NOTE: This article has been updated to include subsequent events. It is also posted on CounterPunch.
One of my correspondents (let’s call her Jinwar), a supporter of autonomous areas in northwestern Kurdistan, notified me that Facebook had deleted her support group’s page plus her personal page as well those of others, requesting that the above graphic be shared widely on social media. (But before doing so, please read the last four paragraphs.)
An alert reader turned me on to Fred on Everything, “Scurrilous commentary by Fred Reed.” You gotta admire Fred, he’s been there, done that, and has all sorts of considered opinions that are hard to dismiss. His bio, in which he says he’s crazy as a loon, begins with Would you trust this man with your daughter? If so, call. Crazy or not, unlike present company he’s learned in life. For that I give Fred a lot of credit.
Perhaps you haven’t noticed the investor class getting all gung-ho these days over Artificial Intelligence (AI). Only a couple of decades ago, these same people dismissed AI because it wasn’t very useful yet. But that’s all changed due to advances in machine vision and learning, and now VCs, hedge funds, and most of the rest of the usual big-money suspects are salivating over prospects of automating most of the rest of the economy, even including agriculture.
Thanks to its clot of institutions of higher learning, Boston—my fair city—is littered with tech startups and factories that churn them out. They and the Hub’s cloud of serial investors have created a knot of compressed energy, the nexus of which one can find at a suite in Kendall Square—epicenter of Boston’s tech scene, featuring outposts of Google, Oracle, Facebook and Amazon, pharma firms like Merck and Novartis and a host of biotechy startups fed by MIT’s biomedical research complex, augmented by its AI and Media Labs—where every Thursday evening prime movers get together for suds and savvy strategizing at private oasis called Venture Café. Continue reading “A.I. Enablers Gear Up to Assault Intellect”
An excerpt from a work in progress, a book called The Silica Papers: Who Technology Is and What She Wants, a set of essays that looks into what we can expect from this strange brave new world.
Our addictions to technology, especially of the digital sort and especially among the young, are manifest, but they aren’t entirely technology’s fault. Nor are they just the result of falling unto temptation, although practicing a bit more mindfulness and self-discipline wouldn’t hurt. Few of us ever asked for this stuff. We got it whether we wanted it or not, dreamed up by inventors and shoveled at us by the marketplace, packaged to titillate. And even what we think of as the good stuff often has a seamy underside that tries to hook us and then takes what it wants from us while we’re mesmerized. Technology won’t be denied, but the particular shapes it takes are fabricated by other forces that may not have our best interests at heart. Here are two stories of how our economy shapes the tech scene that in turn shapes us.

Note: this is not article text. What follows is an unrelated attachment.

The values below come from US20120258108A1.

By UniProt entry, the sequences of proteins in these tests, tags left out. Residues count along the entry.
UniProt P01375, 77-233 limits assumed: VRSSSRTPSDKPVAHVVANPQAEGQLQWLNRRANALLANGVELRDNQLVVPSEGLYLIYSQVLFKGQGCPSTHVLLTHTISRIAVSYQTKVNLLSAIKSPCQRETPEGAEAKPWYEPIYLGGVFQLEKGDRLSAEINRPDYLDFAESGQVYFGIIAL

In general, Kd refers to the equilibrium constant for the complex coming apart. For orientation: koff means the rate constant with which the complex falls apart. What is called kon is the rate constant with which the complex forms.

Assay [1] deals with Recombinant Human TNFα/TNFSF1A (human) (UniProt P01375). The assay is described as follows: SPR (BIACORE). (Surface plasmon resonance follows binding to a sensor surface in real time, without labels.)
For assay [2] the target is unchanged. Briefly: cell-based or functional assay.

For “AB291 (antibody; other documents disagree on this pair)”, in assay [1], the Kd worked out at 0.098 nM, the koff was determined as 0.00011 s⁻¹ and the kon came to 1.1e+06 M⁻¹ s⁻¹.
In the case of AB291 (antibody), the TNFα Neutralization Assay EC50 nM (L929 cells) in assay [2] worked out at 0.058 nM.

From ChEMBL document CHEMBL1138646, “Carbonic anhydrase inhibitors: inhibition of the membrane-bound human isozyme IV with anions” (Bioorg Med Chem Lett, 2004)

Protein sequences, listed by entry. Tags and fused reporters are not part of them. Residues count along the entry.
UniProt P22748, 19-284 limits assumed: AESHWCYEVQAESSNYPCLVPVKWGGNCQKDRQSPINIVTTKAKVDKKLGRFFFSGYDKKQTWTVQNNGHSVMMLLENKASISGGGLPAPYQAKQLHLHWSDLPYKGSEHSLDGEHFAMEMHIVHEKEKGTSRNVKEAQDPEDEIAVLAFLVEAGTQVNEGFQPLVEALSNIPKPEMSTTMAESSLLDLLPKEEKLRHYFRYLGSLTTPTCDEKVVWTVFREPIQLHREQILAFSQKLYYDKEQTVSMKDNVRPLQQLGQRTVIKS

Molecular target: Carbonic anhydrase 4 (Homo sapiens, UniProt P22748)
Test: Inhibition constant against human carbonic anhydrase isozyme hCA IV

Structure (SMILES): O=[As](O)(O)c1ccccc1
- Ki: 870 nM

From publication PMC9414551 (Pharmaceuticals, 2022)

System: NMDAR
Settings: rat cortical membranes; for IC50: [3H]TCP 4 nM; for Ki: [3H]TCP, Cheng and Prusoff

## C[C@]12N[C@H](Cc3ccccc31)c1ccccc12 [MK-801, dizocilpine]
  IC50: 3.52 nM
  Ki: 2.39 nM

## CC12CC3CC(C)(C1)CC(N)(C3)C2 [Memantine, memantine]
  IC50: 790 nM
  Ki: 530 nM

The Water Cooler Has Ears
For starters, you might not know that online social media is older than the personal computer. Forty years back, you only needed a computer terminal, a modem, and a telephone to participate in collaborative messaging apps called electronic bulletin board systems (BBS). They ran on minicomputers, were noncommercial, and staffed by volunteers (called SysOps). Some relics of that era still exist, but as the Net unfolded, BBS’s begat Usenet, then Reddit, Facebook, Linked In, Instagram, Pinterest, etc. piled on, demonstrating that computer users crave real-time online contact—the core social media value proposition. But sooner or later, almost all proprietary social media platforms succumb to Wall Street discipline to monetize our personal data, relentlessly upgrade, piling on features we never wanted or needed, and stalk us wherever we roam.